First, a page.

Impeachment indelible stain on Trump’s legacy

I feel sorry for President Trump. I do. I don’t pray for him as Speaker of the House Nancy Pelosi claims to. But I can understand why she may be compelled to do so. After all, he’s given her and fellow Democrats pure hell from day one. No matter what happens, I think we can look for more of the same in retribution.

Trump brought a different style to the White House — just as he promised. But it’s been pretty much a train wreck. His campaign vow to “build the wall” is under construction, as funding for the massive project continues to circulate through Congress and the courts. Trump touts a great economy, but actually he inherited a pretty strong one, pulled from the brink of disaster by his predecessor, President Obama. No doubt Trump deserves credit for building on Obama’s success. He’s done a good job on the economy. He’s also given Twitter a boost with his incessant, and often insensitive posts — that have some calling him the Commander-in-Tweet.

Whether the impeachment train sputters and finally derails in the Senate as expected, history will judge Trump and his entire administration through the prism.of impeachment. Trial or not, he will wear impeachment like a proverbial scarlet letter as only the third president in our history to be impeached

Despite his brashness, and new way of doing business, impeachment unfortunately will be his most enduring legacy. That has to hurt, especially since he is only three years into his first term. Trump supporters argue that impeachment was on Democrats’ radar even before the president was sworn in, and the levying of impeachment charges a way to reclaim the 2016 election and deny him a second term in 2020.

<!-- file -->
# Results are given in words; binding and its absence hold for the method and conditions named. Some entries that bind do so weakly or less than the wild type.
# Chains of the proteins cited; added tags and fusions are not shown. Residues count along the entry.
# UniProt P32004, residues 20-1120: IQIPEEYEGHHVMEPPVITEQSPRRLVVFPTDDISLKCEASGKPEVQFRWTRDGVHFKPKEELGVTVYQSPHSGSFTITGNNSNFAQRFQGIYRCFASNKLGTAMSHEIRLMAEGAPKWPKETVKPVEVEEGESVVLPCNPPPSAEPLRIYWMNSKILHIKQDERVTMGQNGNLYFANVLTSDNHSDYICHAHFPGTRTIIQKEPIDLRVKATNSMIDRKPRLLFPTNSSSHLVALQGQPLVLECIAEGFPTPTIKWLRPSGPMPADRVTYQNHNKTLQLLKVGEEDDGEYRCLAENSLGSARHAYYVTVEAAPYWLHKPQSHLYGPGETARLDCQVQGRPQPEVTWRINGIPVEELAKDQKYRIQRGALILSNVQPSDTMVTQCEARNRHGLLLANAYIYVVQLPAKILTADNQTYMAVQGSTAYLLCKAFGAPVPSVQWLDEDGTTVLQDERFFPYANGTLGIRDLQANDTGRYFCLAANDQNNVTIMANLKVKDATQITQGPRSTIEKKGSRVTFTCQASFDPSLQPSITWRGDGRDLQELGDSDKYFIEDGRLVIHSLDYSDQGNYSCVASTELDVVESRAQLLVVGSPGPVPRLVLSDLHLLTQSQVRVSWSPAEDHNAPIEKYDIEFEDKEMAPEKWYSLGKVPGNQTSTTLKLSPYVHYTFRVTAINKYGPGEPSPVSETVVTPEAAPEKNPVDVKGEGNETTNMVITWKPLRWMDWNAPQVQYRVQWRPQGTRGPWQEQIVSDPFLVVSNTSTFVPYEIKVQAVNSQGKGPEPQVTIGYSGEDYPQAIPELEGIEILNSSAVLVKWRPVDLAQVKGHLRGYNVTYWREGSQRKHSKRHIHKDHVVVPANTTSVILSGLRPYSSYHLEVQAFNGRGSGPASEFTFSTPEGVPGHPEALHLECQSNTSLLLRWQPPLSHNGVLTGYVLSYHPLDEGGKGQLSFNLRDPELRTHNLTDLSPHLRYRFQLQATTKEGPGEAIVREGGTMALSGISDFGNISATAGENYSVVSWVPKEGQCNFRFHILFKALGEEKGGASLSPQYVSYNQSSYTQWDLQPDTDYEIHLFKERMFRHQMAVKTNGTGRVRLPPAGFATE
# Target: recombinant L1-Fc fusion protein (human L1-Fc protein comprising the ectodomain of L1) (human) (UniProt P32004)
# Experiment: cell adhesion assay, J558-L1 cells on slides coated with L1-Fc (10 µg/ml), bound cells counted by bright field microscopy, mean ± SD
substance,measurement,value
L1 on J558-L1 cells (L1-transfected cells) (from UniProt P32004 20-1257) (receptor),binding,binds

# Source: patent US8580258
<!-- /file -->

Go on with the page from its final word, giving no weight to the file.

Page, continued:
Watching so many of his friends and associates being handed prison sentences for their criminal activities has to also hurt even if just a little. At the very least, it leaves a not so favorable impression of the president as a member of a “birds of a feather, flock together” crew that includes former campaign chairman Paul Manafort, ex national security adviser Michael Flynn, political adviser Roger Stone and longtime attorney Michael Cohen. While conventional wisdom is that Trump is sure to pardon most of them, the public and history will not. They, too, as well as their shenanigans will also be part of Trump’s legacy.

Sure to be debated ad nauseum in the next few weeks and months is whether the president’s actions really rise to the “high crimes and misdemeanors” status warranting impeachment. I have to admit I pondered that as well and in a previous column I wondered whether censure might be the right course of action. Either way, impeachment or censure, neither is a good look for a president’s record

I do think acting chief of staff Mick Mulvaney said it best when he stunned reporters by admitting that quid pro quo happens “all the time with foreign policy.” Perhaps — but not so blatantly. I think most can agree that this situation was poorly executed, to say the least. I don’t think there can be much dissent about the messy way all this was handled by the president and many of the president’s men.

I feel sorry that President Trump either didn’t know better or just didn’t care.


Joyce Ferriabough Bolling is a media and political strategist and communications specialist.

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